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Jesmyn Ward

Two-time National Book Award winner Jesmyn Ward gives us an intimate look at the experiences that drive and define her work.

In this episode, we feature Jesmyn Ward. On November 15, 2017, Jesmyn Ward became the only woman ever to win the Nation Book Award twice. She won the award for Fiction in 2011 for her novel Salvage the Bones, and then again for Sing, Unburied, Sing.

This is one of those talks that is so powerful that audience members who attended the live event reported feeling transformed. Ward’s storytelling is, by turns, wide and historic, narrow, and deeply personal. She recounts parts of her early life in which so many of the men in her community—brothers, cousins, friends—were killed, and connects these tragedies with the larger tragedies of slavery, segregation, Jim Crow, and mass incarceration. She talks about the recent birth of her son and the dangers he faces simply by being Black and male in America. Ultimately, Ward answers the question about why she is a writer: That she hopes her writing helps people see her son not as a “tool, a type, or a terror,” but as a human being, and that, just as she does here, she seeks to tell stories that make us real to each other, with all that hope entails.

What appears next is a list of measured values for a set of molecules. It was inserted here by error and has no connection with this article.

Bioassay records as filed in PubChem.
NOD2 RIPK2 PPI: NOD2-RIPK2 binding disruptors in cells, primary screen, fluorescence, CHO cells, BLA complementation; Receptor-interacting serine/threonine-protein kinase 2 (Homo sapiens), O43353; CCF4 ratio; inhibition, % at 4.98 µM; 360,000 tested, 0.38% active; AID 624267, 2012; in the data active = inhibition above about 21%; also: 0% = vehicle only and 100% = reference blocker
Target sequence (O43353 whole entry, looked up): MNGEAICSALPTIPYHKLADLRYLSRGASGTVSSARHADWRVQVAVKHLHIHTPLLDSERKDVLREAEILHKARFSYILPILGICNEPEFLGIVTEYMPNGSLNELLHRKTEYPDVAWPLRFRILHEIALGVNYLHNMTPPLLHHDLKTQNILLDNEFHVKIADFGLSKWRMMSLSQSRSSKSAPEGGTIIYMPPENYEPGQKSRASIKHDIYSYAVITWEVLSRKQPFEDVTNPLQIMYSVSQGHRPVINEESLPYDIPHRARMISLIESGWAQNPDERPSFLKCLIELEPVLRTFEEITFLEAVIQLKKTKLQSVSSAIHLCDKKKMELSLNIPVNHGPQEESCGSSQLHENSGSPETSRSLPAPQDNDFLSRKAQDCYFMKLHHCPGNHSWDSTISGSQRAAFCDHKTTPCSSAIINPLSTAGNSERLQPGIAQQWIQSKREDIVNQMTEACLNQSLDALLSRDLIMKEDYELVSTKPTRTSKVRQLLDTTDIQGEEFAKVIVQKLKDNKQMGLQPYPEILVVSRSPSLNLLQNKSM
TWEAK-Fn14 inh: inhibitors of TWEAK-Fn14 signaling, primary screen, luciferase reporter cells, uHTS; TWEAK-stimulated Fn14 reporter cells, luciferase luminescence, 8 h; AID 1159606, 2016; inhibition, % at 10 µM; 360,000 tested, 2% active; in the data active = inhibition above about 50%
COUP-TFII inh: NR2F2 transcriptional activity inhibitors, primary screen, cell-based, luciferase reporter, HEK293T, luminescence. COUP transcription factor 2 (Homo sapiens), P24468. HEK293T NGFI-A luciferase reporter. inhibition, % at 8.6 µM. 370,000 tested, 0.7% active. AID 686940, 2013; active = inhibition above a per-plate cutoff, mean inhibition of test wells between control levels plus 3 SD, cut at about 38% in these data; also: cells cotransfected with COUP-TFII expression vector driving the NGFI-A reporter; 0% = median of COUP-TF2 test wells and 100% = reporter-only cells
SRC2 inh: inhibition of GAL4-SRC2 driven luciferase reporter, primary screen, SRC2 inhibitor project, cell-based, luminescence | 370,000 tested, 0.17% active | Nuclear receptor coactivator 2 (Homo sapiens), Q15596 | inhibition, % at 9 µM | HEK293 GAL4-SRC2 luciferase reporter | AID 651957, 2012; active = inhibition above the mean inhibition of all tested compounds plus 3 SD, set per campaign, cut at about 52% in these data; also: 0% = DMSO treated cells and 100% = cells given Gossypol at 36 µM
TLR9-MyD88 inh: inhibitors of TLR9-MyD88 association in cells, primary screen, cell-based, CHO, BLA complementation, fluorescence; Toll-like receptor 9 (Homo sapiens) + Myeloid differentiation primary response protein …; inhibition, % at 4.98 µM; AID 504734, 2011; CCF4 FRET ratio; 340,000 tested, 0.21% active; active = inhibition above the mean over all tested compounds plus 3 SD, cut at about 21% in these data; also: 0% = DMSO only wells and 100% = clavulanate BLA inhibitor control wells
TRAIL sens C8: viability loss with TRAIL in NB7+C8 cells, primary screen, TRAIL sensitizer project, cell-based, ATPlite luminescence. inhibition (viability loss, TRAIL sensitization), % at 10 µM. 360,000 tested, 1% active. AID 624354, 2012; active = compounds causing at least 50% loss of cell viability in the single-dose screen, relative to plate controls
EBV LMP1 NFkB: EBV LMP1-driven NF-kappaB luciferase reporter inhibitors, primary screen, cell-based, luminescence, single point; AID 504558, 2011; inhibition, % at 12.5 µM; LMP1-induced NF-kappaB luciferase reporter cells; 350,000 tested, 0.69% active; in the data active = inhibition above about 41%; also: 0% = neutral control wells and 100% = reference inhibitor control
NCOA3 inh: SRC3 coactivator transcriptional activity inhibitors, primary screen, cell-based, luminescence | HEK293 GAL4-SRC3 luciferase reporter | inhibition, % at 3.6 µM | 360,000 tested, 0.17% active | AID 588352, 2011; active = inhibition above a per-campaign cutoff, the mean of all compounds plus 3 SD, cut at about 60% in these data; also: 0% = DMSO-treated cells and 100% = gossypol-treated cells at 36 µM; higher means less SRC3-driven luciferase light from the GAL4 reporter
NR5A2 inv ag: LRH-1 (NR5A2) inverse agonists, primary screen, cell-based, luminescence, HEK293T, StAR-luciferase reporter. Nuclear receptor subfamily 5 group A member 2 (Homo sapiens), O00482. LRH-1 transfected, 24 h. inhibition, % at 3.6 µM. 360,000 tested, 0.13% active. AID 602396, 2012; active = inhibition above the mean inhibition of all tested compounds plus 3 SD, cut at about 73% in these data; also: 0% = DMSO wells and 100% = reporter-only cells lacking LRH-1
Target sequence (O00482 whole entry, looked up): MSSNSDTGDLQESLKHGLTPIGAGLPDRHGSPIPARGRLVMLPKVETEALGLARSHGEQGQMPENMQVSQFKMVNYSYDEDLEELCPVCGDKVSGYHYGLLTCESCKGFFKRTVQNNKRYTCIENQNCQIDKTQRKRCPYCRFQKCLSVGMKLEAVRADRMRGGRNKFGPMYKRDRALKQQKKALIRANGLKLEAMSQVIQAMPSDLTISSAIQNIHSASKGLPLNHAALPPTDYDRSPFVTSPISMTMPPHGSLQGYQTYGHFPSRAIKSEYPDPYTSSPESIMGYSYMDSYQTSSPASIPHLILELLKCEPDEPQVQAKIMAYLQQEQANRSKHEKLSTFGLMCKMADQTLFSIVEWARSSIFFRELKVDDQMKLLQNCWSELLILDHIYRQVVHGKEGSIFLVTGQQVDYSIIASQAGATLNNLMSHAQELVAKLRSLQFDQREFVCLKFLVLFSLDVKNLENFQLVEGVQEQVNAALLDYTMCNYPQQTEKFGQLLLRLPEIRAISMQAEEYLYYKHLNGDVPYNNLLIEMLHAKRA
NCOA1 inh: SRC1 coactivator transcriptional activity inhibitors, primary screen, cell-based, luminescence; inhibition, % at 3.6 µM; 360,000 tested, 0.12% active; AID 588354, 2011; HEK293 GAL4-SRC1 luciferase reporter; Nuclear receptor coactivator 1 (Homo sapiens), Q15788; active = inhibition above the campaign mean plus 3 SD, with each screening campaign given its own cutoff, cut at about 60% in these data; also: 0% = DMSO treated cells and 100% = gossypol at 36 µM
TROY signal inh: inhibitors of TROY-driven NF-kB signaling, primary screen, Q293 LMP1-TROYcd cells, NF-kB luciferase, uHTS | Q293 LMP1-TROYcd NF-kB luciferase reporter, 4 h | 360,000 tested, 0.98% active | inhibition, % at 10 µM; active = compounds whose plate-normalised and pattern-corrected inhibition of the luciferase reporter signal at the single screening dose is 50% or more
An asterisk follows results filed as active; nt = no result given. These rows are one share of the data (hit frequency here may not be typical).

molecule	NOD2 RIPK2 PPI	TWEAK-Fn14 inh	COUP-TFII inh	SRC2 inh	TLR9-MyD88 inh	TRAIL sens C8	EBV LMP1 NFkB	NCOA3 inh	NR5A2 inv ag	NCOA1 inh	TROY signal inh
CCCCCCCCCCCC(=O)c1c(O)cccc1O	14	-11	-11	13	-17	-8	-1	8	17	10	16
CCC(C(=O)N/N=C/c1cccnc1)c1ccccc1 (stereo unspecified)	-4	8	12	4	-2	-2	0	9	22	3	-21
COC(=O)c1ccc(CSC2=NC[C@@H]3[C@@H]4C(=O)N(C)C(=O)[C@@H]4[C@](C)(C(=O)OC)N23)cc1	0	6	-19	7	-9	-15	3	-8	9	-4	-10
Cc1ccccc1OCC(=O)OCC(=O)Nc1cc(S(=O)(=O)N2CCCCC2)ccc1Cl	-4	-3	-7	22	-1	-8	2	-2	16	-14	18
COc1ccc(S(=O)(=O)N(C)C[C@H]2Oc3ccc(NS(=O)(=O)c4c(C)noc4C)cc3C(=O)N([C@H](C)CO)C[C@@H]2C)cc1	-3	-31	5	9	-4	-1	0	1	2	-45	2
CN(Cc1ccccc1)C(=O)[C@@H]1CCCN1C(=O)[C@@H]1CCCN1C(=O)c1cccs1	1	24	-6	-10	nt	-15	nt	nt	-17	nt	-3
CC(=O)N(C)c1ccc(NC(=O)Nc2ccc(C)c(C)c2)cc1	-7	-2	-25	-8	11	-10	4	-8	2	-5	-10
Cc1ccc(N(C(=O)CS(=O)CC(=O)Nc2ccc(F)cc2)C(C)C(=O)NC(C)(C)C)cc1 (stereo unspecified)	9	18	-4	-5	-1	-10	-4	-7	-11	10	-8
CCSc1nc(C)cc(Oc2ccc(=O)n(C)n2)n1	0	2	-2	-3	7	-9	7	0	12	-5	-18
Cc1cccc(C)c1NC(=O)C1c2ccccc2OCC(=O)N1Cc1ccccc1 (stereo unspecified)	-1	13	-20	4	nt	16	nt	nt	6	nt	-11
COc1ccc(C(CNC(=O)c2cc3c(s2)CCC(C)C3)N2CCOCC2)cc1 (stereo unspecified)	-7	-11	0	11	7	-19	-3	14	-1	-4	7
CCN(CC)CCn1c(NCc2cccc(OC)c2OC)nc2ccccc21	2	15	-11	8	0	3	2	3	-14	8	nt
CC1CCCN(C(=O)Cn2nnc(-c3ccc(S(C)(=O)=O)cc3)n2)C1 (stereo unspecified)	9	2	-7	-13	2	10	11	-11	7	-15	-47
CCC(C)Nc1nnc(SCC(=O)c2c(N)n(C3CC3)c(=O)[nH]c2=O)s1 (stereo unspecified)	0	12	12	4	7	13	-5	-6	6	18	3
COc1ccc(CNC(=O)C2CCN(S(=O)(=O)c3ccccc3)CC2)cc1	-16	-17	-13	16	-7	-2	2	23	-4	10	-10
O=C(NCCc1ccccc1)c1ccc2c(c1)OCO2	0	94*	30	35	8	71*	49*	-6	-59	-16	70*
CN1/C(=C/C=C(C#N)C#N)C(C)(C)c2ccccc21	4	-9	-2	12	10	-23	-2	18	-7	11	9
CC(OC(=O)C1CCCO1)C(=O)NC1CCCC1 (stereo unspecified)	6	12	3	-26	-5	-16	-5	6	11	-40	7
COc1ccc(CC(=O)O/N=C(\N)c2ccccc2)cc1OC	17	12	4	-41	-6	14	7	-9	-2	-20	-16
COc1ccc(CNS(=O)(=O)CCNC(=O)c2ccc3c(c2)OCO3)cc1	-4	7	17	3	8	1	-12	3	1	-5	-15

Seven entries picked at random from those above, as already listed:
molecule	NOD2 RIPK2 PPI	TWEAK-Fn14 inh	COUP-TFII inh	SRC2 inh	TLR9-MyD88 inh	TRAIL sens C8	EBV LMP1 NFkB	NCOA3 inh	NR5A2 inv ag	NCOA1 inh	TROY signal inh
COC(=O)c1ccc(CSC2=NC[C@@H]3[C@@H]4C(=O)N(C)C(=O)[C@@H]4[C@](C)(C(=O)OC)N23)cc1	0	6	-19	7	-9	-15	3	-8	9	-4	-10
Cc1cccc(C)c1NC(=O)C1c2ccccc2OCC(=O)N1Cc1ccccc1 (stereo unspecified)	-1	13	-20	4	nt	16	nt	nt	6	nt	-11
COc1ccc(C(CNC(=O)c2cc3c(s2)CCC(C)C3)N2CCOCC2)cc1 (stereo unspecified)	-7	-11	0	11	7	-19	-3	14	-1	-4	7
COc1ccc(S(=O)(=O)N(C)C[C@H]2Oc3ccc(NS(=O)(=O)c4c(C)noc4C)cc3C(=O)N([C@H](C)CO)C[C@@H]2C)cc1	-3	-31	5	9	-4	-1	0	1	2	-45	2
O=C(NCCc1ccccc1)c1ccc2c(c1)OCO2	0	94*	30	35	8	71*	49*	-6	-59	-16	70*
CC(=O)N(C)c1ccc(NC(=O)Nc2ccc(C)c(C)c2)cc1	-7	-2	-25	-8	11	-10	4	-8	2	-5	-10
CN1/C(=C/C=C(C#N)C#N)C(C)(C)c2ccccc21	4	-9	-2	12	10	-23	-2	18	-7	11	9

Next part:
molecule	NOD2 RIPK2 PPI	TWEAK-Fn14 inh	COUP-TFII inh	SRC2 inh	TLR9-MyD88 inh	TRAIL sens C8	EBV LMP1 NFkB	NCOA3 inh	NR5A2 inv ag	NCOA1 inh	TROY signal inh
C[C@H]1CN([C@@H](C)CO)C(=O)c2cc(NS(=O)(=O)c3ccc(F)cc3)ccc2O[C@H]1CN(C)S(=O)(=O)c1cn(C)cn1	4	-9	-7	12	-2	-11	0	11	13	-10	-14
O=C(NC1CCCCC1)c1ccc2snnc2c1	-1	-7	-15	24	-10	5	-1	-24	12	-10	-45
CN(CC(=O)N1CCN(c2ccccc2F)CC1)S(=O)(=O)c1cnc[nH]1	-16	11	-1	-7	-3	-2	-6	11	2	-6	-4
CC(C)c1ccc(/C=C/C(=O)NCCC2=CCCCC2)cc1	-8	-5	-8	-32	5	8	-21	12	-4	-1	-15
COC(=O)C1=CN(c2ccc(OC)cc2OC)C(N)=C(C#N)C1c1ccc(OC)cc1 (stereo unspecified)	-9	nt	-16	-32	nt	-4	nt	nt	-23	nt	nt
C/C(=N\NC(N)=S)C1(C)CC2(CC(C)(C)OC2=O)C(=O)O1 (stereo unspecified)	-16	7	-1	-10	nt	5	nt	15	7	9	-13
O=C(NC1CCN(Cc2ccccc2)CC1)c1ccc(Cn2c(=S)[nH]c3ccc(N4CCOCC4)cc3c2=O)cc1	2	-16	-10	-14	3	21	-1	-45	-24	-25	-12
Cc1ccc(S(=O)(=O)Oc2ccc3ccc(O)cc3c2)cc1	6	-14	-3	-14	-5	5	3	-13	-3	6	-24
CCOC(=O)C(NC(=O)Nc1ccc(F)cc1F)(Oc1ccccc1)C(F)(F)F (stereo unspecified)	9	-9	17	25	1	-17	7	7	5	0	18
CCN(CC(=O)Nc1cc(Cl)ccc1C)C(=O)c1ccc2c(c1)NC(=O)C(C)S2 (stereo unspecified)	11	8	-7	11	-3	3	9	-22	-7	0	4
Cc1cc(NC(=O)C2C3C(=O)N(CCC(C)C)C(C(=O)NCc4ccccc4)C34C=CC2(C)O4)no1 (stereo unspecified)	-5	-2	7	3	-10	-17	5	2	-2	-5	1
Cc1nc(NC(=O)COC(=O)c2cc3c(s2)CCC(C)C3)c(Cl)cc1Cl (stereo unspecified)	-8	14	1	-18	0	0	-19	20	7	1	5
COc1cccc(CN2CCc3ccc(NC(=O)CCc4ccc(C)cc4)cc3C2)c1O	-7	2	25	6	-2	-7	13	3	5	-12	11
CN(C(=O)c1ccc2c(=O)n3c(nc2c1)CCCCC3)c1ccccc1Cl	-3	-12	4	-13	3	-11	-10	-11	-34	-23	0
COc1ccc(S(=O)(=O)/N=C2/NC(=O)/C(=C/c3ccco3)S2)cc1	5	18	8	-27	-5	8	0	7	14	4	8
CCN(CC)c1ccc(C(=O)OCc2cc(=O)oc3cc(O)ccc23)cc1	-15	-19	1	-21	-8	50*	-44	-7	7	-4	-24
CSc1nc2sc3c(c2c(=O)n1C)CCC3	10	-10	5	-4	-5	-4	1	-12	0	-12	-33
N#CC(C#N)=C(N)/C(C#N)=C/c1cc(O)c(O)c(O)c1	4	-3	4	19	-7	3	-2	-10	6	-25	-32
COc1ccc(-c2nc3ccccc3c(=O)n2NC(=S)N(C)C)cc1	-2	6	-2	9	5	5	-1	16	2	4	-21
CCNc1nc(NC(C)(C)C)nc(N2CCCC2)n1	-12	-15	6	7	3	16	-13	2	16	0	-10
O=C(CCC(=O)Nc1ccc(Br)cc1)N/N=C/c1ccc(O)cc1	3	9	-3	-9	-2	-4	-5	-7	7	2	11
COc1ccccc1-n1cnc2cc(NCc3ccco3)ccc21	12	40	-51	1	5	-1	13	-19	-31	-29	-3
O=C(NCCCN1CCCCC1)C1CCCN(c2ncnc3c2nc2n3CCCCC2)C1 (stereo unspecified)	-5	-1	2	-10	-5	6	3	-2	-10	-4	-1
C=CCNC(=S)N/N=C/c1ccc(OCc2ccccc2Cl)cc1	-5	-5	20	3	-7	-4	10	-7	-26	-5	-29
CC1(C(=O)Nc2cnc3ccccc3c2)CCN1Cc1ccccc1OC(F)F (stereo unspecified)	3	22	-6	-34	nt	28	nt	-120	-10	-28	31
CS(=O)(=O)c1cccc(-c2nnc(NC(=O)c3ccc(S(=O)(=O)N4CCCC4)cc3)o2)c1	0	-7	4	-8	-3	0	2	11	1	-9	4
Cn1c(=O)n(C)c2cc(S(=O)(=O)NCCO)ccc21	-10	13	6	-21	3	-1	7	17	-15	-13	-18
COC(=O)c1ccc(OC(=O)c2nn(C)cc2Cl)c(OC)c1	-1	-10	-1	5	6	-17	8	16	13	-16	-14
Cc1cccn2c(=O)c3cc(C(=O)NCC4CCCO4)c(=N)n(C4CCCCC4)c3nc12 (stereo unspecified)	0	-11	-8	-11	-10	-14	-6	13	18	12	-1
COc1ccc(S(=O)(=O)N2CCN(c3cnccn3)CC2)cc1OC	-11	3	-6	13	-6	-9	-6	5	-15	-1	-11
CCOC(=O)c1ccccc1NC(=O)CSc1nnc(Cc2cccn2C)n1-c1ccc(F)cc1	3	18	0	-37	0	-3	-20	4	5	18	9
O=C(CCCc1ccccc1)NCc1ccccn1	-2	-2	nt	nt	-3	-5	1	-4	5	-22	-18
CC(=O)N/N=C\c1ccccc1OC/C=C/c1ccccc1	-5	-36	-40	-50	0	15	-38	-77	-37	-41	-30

“I…thought of the little boy swimming inside of me. And then I thought of the men I know from my small community, DeLisle, Mississippi, who have died young. There are many. There are too many… The pain of their absence walks with their loved ones, beneath the humid Mississippi sky, the bowing pines, the reaching oak. We walk hand-in-hand in the American South. Phantom children. Ghostly siblings. Specter friends.”

Jesmyn Ward received her MFA from the University of Michigan and has received the MacArthur Genius Grant, a Stegner Fellowship, a John and Renee Grisham Writers Residency, and the Strauss Living Prize. She is the winner of two National Book Awards for Fiction for Sing, Unburied, Sing (2017) and Salvage the Bones (2011). She is also the author of the novel Where the Line Bleeds and the memoir Men We Reaped, which was a finalist for the National Book Critics Circle Award and won the Chicago Tribune Heartland Prize and the Media for a Just Society Award. She is currently an associate professor of creative writing at Tulane University and lives in Mississippi.

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